Indian Classical Dance in Russia: A Story of Great Love
How it all started
Russians got their first taste of Indian classical dance in the 1970s through Hindi cinema. This was the period when Indian films were particularly popular in Russia. “These films were among the few foreign movies presented on screens those days,” Irina Iskorostenskaya, Bharatnatyam teacher and head of Nritya Sabha Foundation of Indian Heritage Studies, told RIR. “Indian cinema of that time was different from modern Indian films. Traditional music and dance were an essential part of the film.”
Like many other admirers of Indian culture during the Soviet period, Iskorostenskaya got attracted to Indian classical dance through cinema.
The 1980s saw the emergence of many amateur Indian dance groups in Russia. “In those dance groups, all the moves were copied from pictures and films. It was a good initiative full of enthusiasm, but the quality of the performances was poor,” Ekaterina Seliverstova, head of Chakkar Katkak studio, told RIR.
The India festival in the Soviet Union in 1987-88 was a turning point in the history of Indian classical dance in Russia. Many famous Indian dance performers visited many Soviet cities including Moscow, Leningrad (now St. Petersburg), Kiev, and Tashkent.
Iskorostenskaya shared her memories of that time with RIR: “1987 was the year of India in Russia. I am convinced that the grand celebration was decisive not only for me. Many of us – those who were passionate about Indian classical dance – got a brilliant opportunity not only to see the performance of dance masters, but also to find employment as translators and concert managers of leading Indian dancers.”
In 1989 the Indian Embassy opened the Jawaharlal Nehru Cultural Centre (JNCC) in Moscow. It has played a central role in promoting Indian culture in Russia and has been granting scholarships to Russian citizens who want to learn different forms of Indian art and visit the country.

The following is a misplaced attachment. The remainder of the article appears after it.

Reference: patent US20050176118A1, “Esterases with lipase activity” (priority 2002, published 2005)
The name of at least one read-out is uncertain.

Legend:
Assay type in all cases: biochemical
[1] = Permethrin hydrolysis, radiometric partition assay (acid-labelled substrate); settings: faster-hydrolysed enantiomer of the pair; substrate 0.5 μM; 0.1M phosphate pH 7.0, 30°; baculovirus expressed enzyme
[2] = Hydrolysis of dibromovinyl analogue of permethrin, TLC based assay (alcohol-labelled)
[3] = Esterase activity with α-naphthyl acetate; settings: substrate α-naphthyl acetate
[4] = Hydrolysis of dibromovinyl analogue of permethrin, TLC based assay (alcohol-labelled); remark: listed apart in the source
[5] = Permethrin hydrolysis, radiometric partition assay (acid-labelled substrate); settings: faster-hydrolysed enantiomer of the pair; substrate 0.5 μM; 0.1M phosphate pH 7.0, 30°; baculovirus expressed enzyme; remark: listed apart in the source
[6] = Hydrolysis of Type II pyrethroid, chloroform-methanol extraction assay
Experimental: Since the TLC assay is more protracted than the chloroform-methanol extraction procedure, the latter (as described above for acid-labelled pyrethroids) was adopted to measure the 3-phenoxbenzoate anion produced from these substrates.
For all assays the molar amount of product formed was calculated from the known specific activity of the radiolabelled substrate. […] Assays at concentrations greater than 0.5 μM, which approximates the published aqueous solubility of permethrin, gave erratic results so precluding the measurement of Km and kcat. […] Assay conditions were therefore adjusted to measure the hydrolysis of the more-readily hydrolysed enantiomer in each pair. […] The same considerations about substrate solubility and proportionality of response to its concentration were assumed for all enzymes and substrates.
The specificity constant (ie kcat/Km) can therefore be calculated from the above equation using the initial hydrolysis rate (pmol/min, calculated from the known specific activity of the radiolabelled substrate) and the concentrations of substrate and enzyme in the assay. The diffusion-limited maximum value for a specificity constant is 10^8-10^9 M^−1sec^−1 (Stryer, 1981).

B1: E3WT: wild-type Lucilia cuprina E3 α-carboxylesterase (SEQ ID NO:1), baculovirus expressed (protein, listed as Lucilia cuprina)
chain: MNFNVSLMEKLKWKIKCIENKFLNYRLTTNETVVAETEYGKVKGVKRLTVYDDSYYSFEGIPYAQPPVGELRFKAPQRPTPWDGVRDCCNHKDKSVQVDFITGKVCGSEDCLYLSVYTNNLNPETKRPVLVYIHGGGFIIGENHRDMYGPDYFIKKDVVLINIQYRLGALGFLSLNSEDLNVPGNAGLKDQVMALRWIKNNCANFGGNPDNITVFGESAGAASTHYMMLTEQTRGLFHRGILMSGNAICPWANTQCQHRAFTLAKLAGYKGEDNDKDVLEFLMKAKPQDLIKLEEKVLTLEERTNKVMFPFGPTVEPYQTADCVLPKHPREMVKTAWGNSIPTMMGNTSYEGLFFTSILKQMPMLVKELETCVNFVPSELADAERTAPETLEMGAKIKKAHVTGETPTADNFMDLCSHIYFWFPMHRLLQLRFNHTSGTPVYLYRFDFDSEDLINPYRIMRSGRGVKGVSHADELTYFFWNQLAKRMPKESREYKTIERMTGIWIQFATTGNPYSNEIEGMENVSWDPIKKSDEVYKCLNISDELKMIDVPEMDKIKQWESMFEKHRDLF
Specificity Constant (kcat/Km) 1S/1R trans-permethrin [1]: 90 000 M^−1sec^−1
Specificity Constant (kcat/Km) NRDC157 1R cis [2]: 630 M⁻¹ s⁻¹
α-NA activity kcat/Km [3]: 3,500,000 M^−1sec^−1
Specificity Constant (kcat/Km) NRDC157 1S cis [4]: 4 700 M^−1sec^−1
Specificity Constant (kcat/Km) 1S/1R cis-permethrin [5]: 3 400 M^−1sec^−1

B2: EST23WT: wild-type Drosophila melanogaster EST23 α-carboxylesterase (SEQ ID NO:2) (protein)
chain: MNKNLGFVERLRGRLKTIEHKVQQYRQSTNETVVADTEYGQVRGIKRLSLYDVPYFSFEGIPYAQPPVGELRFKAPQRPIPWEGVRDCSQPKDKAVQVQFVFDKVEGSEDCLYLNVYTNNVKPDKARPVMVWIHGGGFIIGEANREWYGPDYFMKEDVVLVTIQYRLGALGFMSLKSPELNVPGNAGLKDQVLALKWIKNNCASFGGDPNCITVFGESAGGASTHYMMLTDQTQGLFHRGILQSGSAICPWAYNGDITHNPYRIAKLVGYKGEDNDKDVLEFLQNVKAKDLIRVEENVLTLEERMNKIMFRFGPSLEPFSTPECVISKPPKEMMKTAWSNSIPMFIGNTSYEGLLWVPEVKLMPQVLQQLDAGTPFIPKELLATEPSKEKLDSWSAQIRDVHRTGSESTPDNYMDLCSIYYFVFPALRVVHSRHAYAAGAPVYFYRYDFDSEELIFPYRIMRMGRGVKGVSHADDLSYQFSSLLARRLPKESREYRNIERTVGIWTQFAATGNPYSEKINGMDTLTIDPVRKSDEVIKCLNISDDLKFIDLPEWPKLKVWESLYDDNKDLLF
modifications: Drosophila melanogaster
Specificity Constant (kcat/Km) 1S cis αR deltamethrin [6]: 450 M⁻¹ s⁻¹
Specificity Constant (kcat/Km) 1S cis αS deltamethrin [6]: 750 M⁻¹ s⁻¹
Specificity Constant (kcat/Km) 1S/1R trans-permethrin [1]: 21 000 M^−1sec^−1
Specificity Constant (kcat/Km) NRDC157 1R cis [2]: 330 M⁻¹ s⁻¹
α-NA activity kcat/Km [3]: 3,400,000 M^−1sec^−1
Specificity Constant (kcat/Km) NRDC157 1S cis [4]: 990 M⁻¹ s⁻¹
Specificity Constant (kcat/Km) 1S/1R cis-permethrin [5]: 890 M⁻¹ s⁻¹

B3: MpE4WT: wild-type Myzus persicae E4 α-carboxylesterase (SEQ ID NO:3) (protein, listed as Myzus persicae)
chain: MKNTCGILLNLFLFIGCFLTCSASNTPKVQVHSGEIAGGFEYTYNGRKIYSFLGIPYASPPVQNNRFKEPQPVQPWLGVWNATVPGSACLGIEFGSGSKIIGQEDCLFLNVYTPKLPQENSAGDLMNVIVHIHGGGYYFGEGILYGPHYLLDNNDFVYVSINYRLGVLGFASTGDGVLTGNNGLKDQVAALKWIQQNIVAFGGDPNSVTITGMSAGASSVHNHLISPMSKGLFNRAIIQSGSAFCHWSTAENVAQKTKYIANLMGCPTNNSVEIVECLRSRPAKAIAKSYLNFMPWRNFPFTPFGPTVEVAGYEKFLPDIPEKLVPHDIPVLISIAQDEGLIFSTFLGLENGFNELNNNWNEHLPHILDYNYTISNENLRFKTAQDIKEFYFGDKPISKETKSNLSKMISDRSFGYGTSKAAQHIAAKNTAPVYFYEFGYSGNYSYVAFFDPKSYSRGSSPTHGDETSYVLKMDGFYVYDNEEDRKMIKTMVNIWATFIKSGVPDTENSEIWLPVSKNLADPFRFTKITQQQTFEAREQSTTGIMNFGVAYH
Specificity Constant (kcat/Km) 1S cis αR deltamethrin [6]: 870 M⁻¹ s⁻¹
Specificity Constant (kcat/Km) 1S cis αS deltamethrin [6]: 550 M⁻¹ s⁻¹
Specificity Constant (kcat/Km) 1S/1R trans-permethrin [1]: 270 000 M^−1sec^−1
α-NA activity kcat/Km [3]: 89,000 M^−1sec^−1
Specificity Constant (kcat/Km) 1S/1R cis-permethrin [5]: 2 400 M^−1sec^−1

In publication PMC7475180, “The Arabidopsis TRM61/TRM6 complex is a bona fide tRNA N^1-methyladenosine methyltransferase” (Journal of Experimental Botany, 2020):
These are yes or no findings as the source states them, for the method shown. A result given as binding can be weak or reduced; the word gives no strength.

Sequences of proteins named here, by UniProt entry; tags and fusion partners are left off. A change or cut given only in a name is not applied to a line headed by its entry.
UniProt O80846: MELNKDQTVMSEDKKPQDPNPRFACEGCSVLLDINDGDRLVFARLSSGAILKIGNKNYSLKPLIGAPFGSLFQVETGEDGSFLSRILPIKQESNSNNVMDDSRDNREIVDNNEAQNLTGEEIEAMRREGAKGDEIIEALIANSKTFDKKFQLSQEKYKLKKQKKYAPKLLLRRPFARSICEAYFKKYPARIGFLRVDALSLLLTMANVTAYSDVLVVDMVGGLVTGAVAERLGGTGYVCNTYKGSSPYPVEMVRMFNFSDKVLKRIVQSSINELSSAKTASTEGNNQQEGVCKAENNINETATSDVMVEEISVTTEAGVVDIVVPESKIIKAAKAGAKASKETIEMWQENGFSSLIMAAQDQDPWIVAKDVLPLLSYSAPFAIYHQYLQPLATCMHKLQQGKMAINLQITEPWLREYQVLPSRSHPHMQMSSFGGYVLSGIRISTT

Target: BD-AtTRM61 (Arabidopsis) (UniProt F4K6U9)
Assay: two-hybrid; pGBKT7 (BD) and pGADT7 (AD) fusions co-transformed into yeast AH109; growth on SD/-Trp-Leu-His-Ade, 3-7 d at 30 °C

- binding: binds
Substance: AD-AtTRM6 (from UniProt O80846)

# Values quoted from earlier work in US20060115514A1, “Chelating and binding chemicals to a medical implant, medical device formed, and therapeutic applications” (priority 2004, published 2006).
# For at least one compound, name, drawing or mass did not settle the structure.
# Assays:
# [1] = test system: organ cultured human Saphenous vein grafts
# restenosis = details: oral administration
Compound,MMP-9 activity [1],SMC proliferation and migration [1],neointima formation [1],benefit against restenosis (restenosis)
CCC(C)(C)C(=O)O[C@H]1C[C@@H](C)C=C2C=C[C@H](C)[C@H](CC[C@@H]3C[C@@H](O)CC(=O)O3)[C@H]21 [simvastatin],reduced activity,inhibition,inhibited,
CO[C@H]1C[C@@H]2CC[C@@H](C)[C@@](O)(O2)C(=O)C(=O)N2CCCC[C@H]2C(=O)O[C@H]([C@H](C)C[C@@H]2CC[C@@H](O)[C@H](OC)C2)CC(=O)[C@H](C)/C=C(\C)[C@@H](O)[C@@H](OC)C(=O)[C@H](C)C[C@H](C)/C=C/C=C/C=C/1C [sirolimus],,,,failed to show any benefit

The JNCC has helped many admirers of Indian classical dance in Russia get an education in the most prominent art institutions in India and to become professionals. In 2003 the artists created the Nritya Sabha Foundation of Indian Heritage Studies. Today the foundation annually invites choreographers from leading Indian institutions, who conduct master-classes, lectures and performances, and sends talented students to India.
Great love for Indian dance in Russia
Masters of classical dance from India say Russians show a deep interest in this art.
“I have visited around 15 cities in Russia to give performances,” Dharmender Gautam, a Kathak teacher at JNCC, told RIR. “People welcomed me with warmth everywhere; they took care of me and even tried to feed me. They did this not out of respect for me, but because they respect my art. In Russia more than anywhere else I see such great interest and openness to Indian culture.”
Indian classical dance choreographers in Russia also agree that Russians have a special mindset that allows them to perceive the ancient cultural heritage of India. “In Russia a large percentage of the population takes interest in Indian culture. Russians can feel, understand and express this culture at a very deep level. This cultural exchange takes place at a spiritual level,” Vera Krishnaraj, Kuchipudi performer and member of the Nritya Sabha, said.
Prospects for Indian dance in Russia
Representatives of the Indian classical dance movement in Russia have mixed views about the future of the art forms in the country.
Bharatnatyam performer and author of academic works on Indian philosophy Anna Smirnova is quite pessimistic. According to her, the development of Indian classical dance in Russia will sooner or later come to naught.
“Our generation is the last one that has a serious approach and focuses on a high quality of performance,” Smirnova said. “You have to spend many years learning, sacrifice a lot, and be prepared for a virtually no financial outcome. Today there are no such idealists that are ready for that. Still I think that Indian classical dance is a spiritual divine art which will find its own way forward.”
Krishnaraj echoes this view. In her opinion, the new generation is not that interested in hard work; they want quick results. Therefore, there are fewer people who wish to engage in Indian classical dance. “Only those who feel a strong desire to do so come to the class,” she said.
Indian dance teachers agree that even though there will always be enthusiastic admirers of this art, as time passes and generations change it will be harder to attract new students and promote classical dance among the masses. With the lack of governmental support, this medium of cultural exchange might experience tough times in the future.